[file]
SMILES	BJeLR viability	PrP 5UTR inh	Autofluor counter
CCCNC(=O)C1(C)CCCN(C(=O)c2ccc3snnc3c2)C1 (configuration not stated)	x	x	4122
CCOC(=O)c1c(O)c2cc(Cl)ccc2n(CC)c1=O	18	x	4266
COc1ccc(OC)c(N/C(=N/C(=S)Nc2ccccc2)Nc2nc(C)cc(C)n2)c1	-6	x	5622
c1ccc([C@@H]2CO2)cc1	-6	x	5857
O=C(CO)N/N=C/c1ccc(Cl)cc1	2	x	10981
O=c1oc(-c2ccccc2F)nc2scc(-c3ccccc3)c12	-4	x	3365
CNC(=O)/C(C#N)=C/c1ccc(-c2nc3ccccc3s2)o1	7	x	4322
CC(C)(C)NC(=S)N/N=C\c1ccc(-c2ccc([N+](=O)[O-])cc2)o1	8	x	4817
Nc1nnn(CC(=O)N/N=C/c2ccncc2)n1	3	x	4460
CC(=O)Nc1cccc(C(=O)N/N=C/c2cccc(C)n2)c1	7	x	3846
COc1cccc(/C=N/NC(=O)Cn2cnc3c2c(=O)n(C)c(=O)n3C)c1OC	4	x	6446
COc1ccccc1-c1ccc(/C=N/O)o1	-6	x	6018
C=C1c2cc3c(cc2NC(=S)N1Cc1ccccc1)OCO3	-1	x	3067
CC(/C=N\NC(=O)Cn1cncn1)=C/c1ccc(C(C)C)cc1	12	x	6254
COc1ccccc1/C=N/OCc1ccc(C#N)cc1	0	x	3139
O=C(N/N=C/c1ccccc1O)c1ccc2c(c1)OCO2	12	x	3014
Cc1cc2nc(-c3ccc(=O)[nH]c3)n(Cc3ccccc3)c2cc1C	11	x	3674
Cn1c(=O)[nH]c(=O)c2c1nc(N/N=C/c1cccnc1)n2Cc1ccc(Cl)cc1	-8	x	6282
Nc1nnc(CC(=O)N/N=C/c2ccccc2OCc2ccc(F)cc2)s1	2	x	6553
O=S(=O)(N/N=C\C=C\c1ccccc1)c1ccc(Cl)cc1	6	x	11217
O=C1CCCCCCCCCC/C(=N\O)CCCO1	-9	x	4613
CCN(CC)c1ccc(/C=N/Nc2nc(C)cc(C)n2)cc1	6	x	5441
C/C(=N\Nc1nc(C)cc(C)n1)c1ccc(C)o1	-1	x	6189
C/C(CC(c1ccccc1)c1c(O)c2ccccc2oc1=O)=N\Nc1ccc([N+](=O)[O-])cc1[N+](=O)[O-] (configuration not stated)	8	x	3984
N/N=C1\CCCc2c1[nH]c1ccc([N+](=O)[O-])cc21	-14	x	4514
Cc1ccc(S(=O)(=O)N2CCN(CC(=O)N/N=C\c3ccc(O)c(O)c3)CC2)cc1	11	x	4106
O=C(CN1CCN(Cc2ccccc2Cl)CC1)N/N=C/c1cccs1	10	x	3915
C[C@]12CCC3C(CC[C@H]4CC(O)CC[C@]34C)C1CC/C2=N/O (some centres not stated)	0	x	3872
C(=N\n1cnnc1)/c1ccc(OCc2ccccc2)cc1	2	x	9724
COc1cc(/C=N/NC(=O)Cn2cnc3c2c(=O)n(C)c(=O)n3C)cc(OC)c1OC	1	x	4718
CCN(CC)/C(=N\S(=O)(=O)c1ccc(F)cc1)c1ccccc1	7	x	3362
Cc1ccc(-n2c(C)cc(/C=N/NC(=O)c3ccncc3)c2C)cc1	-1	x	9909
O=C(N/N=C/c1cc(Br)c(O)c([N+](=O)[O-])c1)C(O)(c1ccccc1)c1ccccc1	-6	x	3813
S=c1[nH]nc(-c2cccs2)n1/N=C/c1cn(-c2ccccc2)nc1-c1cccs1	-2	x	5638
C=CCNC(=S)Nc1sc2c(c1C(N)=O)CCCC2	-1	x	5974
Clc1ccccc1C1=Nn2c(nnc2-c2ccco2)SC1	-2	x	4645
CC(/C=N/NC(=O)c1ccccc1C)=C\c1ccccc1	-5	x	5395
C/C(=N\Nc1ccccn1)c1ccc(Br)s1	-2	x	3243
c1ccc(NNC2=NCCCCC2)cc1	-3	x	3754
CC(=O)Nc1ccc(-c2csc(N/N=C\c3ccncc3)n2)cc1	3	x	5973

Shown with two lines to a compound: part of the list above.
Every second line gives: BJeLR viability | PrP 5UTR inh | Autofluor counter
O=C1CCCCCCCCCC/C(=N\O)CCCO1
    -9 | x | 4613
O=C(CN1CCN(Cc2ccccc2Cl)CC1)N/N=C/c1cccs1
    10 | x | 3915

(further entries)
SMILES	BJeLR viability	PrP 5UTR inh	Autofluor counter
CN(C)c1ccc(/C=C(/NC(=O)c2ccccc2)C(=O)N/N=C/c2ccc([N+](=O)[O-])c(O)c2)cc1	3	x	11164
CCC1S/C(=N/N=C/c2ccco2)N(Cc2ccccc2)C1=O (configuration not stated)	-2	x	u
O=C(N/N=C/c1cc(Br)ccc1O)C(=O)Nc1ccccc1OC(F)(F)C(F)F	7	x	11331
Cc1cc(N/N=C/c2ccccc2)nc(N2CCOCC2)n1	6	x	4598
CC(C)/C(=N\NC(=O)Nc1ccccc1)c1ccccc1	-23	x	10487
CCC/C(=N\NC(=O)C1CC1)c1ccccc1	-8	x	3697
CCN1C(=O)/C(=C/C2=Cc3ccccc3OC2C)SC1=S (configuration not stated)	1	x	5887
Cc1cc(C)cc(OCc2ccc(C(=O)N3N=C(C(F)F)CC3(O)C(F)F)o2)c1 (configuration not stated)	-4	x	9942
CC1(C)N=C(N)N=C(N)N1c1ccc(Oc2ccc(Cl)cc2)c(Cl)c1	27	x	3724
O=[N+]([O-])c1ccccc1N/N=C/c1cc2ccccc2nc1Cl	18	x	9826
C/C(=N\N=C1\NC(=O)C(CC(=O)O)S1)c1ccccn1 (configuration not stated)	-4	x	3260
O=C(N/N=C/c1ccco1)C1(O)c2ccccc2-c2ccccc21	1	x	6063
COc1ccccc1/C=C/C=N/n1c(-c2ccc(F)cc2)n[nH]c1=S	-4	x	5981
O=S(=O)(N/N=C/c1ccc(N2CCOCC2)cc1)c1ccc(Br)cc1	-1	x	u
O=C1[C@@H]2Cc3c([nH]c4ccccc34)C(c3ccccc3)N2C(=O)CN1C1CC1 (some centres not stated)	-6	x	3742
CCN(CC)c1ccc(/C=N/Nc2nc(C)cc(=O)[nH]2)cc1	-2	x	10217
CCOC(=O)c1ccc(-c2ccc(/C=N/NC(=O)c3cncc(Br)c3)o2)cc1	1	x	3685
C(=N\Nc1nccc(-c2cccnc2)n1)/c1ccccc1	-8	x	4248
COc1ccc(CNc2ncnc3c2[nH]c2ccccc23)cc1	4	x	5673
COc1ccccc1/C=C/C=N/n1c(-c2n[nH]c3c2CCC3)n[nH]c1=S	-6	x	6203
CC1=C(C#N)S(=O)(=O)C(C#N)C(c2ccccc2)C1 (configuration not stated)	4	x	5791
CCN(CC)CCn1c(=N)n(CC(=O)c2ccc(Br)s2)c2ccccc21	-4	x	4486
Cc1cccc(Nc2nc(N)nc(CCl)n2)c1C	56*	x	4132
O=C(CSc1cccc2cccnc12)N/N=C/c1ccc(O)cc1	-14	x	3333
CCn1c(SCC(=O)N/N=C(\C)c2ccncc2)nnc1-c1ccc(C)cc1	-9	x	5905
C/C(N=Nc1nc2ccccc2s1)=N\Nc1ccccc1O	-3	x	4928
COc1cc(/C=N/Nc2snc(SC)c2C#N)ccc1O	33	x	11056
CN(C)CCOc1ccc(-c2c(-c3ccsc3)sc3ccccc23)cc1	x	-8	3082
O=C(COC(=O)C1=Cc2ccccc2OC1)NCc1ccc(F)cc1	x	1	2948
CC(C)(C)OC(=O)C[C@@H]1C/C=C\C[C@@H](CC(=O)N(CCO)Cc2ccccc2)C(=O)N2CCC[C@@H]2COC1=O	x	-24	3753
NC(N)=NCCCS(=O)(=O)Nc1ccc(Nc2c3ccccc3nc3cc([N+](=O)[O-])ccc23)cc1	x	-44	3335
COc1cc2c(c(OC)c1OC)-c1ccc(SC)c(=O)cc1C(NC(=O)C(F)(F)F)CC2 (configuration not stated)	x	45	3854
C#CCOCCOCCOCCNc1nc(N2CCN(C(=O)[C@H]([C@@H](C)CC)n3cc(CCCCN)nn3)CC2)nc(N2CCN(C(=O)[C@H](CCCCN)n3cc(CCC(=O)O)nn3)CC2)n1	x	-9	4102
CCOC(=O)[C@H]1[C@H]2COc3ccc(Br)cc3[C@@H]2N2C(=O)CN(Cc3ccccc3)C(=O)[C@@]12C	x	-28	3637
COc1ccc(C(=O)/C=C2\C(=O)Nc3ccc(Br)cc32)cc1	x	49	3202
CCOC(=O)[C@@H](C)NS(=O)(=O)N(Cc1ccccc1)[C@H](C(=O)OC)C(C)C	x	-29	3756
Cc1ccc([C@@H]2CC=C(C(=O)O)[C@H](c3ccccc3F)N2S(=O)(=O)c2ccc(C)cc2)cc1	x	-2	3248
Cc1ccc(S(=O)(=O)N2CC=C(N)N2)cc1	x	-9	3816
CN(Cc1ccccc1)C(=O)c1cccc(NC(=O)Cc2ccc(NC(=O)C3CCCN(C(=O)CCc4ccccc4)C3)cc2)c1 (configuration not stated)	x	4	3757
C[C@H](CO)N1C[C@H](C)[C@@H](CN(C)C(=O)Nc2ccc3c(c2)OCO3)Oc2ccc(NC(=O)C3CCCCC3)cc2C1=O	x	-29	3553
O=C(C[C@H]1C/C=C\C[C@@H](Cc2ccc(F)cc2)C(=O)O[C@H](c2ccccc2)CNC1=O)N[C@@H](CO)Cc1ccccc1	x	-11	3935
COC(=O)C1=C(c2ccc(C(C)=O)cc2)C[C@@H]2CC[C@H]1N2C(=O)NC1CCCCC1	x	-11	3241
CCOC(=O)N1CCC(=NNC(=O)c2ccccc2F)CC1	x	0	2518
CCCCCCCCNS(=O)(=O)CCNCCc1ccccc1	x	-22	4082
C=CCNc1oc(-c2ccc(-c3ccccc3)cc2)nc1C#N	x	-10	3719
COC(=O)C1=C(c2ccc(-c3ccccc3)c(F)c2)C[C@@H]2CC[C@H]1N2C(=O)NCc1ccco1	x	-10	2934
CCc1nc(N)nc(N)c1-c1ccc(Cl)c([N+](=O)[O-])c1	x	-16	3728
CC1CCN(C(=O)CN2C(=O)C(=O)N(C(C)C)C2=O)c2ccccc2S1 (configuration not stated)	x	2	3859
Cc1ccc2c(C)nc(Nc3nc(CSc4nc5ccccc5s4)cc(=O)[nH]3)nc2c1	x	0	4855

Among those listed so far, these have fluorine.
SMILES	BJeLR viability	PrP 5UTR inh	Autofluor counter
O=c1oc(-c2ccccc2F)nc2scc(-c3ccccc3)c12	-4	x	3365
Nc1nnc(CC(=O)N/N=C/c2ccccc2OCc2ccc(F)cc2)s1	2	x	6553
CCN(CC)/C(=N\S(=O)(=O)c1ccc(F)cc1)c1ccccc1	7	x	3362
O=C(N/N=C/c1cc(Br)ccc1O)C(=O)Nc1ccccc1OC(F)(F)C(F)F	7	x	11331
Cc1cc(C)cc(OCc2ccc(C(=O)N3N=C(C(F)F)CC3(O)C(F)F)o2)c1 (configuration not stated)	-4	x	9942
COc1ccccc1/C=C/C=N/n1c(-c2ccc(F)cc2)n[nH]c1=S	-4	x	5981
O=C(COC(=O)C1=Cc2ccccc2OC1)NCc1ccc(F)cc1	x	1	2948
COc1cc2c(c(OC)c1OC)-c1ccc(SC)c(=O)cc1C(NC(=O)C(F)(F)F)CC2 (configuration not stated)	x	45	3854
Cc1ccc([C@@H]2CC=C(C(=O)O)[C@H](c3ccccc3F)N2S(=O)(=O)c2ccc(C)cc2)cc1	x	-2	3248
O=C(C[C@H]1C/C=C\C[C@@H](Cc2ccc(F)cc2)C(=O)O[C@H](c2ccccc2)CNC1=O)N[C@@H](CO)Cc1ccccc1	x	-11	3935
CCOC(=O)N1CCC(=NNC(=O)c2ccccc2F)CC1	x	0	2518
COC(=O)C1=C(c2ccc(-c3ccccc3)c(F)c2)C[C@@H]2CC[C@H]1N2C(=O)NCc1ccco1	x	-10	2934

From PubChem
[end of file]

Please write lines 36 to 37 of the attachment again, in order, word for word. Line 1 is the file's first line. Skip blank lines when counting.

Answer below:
C=CCNC(=S)Nc1sc2c(c1C(N)=O)CCCC2	-1	x	5974
Clc1ccccc1C1=Nn2c(nnc2-c2ccco2)SC1	-2	x	4645